You can also check your password complexity to see how secure it is. These tools use client side JavaScript to test the complexity, so the password isn’t uploaded to any server. We still recommend that you don’t ever type your password into any form which isn’t the correct one. However, you can use a similar pattern to test the complexity. This will then give you an idea how secure your passwords are. Here’s the tools:

Never use the same password twice

Regardless of how complex the password is, the moment it’s compromised (meaning someone has access to it) it means hackers have access to all of your other accounts. For example, if you set the same password for your Facebook account and your online banking, any security problem with Facebook would mean hackers could access your online banking.

Keep your passwords in a safe place

Treat your passwords just the same as you do your office or house key. Don’t store your passwords in a word document or text file on your computer. Never leave them laying about in your office or home, someone may copy them without you even knowing!

The best place to store your passwords is with a good password management system. These include (but not limited to):

If you don’t want to use a password manager, as a last resort the next safest place is in hardcopy (ie, not on your PC) and stored in a safe.

Check your account for previous exploits

The best service for this is have i been pwned?. This is a database of exploited login details with millions of accounts listed and run by an Australian security expert, Troy Hunt. Have i been pwned allows you to put your email address in and it will show you what sites you’ve had a login with where they’ve experienced a compromise and therefore that password could be also compromised.

secure passwords: why they're important

It’s generally a stark reminder why using unique passwords are so critical. If you’ve used a common password with any of the sites listed, then it’s possible that hackers can use this to login to any of the other sites, banks or systems where you’ve got the same password.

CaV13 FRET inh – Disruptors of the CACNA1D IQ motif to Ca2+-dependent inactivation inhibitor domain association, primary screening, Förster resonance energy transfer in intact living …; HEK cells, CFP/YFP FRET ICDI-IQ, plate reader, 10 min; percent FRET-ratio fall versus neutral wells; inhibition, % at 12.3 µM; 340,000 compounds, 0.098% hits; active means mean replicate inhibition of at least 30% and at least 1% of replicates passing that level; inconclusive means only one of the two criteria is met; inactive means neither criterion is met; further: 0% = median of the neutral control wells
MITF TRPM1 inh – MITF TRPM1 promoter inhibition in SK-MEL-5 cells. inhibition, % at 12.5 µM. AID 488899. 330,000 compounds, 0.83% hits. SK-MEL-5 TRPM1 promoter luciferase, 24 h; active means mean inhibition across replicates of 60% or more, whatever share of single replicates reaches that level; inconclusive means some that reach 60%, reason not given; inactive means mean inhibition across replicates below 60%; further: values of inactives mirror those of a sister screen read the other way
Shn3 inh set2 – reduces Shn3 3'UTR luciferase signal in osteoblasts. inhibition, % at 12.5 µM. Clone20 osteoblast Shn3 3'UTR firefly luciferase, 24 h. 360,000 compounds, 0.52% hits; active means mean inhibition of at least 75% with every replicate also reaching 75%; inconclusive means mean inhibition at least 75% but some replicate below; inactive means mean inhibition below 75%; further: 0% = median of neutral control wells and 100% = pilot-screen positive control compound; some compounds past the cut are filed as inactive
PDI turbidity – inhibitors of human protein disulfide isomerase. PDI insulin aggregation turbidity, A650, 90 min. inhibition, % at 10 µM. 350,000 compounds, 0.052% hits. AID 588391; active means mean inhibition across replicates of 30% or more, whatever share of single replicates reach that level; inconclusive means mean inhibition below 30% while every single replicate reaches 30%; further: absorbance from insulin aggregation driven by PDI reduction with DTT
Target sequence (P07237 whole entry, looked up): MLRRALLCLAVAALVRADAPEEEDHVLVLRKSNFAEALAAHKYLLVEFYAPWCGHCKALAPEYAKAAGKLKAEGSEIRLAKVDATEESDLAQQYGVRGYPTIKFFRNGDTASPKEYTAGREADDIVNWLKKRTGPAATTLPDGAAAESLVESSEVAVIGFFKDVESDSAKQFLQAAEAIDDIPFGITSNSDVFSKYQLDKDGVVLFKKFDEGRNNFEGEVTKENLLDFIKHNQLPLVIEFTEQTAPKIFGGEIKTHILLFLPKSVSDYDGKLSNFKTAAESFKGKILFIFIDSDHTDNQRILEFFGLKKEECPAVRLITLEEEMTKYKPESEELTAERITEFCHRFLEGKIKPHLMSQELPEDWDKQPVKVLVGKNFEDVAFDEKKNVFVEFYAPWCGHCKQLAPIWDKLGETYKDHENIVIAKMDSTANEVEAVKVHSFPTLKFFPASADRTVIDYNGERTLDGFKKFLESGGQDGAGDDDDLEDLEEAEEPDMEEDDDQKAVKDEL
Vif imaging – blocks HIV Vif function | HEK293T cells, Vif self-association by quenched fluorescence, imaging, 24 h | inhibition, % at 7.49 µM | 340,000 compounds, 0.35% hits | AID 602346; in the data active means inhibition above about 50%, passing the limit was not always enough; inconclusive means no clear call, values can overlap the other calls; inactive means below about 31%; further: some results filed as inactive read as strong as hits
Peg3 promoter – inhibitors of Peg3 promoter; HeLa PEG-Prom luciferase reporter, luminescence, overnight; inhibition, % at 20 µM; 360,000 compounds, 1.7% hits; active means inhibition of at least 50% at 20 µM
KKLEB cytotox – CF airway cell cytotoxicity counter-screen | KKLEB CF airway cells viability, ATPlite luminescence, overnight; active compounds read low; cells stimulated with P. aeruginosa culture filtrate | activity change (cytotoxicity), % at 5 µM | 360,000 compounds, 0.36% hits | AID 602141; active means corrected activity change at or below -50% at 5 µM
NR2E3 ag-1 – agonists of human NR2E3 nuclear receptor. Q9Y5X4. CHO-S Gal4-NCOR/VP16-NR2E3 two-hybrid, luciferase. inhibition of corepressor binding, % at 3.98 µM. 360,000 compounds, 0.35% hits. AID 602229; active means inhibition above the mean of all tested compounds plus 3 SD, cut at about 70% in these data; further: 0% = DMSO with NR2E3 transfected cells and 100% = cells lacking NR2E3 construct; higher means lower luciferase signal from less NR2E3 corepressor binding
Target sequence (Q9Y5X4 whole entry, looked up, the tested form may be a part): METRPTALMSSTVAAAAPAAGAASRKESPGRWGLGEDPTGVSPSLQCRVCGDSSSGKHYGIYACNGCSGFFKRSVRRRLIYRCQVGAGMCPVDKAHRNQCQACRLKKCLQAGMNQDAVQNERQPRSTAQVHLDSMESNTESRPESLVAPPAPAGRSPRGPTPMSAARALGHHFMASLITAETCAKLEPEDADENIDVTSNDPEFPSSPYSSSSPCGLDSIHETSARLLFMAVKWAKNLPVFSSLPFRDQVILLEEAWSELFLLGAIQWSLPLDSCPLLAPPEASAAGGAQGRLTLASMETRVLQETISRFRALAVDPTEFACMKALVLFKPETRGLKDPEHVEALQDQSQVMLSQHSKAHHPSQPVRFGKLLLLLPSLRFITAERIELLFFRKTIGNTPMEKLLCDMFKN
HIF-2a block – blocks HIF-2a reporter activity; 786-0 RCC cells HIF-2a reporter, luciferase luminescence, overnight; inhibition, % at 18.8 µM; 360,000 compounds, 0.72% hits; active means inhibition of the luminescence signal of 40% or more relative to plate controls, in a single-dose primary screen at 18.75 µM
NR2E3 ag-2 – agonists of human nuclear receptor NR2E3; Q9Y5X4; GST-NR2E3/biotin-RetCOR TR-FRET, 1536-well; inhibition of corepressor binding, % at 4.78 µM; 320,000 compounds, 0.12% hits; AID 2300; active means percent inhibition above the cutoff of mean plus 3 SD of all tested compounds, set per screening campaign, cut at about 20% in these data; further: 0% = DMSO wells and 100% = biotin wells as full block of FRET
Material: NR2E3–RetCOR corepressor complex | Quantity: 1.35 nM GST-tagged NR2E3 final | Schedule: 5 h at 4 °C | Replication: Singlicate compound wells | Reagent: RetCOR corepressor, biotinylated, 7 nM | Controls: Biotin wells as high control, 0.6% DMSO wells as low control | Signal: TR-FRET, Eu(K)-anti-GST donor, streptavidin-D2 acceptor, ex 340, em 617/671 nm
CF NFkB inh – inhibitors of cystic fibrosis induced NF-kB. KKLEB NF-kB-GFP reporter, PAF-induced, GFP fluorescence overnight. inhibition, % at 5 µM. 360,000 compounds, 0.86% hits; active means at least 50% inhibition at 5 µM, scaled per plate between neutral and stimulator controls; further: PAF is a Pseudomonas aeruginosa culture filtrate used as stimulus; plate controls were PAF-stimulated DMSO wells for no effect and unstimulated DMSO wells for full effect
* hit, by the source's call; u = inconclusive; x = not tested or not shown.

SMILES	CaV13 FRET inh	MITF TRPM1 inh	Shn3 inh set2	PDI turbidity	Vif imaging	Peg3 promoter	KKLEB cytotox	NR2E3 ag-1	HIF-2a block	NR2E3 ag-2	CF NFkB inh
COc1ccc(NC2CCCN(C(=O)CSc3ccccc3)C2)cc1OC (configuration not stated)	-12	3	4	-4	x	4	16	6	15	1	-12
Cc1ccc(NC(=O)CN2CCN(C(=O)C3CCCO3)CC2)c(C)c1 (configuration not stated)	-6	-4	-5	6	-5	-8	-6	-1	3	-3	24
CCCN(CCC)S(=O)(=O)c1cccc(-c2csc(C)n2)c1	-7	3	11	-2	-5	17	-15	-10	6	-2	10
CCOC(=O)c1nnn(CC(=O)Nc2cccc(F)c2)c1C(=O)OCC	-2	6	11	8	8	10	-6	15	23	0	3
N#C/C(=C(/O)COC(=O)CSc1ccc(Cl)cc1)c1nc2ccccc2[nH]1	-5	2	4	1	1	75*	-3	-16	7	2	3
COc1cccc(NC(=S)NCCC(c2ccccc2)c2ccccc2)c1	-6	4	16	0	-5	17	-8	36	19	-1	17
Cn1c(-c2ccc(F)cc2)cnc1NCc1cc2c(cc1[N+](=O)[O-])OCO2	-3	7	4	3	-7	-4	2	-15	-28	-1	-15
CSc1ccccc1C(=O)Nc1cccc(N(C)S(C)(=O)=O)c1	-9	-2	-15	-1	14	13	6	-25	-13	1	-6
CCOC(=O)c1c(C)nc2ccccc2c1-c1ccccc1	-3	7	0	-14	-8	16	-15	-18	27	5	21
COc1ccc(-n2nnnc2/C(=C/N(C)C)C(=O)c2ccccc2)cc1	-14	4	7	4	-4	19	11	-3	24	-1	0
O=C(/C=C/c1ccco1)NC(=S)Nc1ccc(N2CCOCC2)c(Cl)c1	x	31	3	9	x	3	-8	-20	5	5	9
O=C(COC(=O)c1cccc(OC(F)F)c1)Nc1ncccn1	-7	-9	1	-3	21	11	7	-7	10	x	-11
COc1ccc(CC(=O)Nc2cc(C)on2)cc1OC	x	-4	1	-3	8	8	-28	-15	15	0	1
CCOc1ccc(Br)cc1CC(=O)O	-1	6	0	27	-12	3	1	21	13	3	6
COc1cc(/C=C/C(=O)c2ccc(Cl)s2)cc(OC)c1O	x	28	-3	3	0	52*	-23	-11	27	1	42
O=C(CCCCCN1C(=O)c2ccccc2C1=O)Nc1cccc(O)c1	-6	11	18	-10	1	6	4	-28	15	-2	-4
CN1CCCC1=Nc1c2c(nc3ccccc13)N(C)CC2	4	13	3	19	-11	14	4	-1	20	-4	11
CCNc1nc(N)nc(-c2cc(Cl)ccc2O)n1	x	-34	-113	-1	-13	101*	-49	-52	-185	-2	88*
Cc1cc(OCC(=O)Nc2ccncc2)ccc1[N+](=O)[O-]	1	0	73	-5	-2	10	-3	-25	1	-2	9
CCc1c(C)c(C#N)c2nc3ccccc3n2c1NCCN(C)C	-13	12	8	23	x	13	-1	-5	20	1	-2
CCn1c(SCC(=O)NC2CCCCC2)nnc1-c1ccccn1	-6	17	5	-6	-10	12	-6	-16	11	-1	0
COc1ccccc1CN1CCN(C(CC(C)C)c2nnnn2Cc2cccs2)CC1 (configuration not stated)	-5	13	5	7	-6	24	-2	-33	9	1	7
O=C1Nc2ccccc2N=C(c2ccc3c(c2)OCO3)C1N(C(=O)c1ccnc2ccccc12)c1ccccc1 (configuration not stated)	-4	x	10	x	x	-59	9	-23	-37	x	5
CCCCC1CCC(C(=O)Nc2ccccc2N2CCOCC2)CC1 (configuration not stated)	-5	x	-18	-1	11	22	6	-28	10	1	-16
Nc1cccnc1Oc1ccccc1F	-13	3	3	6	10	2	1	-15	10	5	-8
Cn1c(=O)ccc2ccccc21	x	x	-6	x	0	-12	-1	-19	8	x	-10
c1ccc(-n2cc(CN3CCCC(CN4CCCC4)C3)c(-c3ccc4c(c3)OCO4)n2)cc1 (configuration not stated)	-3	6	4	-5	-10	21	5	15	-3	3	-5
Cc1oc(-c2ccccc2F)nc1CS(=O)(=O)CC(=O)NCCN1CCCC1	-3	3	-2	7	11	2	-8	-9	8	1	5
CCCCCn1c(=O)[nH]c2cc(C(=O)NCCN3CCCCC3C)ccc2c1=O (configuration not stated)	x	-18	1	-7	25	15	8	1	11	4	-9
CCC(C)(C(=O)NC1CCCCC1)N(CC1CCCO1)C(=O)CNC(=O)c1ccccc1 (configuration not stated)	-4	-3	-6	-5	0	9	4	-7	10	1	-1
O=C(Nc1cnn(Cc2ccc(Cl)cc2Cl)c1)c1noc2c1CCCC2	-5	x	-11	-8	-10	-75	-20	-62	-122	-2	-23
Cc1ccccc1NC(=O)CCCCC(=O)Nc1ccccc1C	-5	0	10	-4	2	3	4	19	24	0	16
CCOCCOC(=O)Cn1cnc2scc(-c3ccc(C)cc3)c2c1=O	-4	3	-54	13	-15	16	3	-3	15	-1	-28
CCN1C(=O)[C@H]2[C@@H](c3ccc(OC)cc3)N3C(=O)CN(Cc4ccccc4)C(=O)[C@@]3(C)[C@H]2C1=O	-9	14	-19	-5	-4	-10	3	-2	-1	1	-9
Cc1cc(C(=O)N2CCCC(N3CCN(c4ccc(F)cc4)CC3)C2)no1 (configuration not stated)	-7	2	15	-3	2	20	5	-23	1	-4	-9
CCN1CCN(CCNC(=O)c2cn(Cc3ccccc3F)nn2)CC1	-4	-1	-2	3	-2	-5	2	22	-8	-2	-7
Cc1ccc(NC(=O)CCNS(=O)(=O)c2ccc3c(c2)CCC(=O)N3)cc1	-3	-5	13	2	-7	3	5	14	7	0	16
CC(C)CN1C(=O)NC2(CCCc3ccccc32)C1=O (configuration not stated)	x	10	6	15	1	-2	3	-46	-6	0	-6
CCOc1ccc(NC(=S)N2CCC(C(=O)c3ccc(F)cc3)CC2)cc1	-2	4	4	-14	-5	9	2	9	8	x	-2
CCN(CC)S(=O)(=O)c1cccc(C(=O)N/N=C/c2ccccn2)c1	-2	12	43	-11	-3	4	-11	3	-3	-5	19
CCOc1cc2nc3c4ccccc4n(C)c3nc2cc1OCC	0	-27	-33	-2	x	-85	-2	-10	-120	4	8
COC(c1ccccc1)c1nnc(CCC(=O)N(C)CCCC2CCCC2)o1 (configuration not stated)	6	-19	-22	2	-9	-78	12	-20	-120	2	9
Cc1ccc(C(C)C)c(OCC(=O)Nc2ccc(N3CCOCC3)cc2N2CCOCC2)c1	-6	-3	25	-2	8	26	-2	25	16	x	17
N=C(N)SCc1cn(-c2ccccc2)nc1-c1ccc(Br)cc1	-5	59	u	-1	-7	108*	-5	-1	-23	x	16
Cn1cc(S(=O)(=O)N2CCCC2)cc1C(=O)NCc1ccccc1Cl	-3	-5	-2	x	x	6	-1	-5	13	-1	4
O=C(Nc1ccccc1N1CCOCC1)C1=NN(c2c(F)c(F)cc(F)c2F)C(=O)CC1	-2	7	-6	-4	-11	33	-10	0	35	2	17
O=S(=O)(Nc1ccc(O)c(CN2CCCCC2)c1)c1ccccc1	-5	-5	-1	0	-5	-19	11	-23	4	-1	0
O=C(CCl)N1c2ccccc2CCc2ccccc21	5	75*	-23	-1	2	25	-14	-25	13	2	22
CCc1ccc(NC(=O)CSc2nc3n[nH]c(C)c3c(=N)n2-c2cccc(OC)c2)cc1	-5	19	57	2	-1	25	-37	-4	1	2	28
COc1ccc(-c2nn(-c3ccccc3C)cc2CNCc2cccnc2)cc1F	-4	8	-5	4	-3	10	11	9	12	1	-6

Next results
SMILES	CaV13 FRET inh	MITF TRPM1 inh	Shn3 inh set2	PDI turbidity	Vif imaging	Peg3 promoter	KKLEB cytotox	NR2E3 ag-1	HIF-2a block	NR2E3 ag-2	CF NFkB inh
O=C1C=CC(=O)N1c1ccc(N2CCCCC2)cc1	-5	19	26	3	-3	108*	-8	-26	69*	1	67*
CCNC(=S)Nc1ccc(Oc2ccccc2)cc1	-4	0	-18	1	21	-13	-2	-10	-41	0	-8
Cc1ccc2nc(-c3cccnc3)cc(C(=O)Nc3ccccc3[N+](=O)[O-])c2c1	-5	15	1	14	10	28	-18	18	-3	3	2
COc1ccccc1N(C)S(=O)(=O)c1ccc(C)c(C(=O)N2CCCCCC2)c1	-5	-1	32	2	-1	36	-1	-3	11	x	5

Further security measures

Having a secure password is a good start, but you can take it further than this. Where possible, use Multi Factor Authentication (MFA). This means that not only do you need to use a password, but you also need verification from a secondary system. This could be a code via an SMS message, an App on your phone like the Google Authenticator or a physical key such as the YubiKey.

yubikey 5 series - family

Having two-factor authentication in place ensures that even if your password has been compromised, you’re still protected through this secondary authentication method. Even if a hacker was able to get a copy of your password, they need the secondary authentication to be able to proceed. There’s no easy way for them to bypass this, which is what makes the two-factor system much more secure.

Conclusion

By ensuring you’re using secure passwords, you protect one of the most commonly exploited methods of gaining information or access to your systems. Hackers are always looking at ways of improving their efficiency of attacks, so it’s important to stay vigilant. 

We also recommend that you investigate the use of a password manager (such as BitWarden, LastPass1Password or  KeePass) as well as two-factor authentication for any critical systems. Conetix has MFA enabled and available both for billing as well as any VPS servers to keep you secure. You can view a list of which platforms support MFA here: https://twofactorauth.org/.

Lastly, always ensure that your anti-virus and anti-malware systems are up-to-date. If a keylogger is installed on your system, then your password will be compromised no matter how complex it is. 

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Tim Butler

With over 20 years experience in IT, I have worked with systems scaling to tens of thousands of simultaneous users. My current role involves providing highly available, high performance web and infrastructure solutions for small businesses through to government departments. NGINX Cookbook author.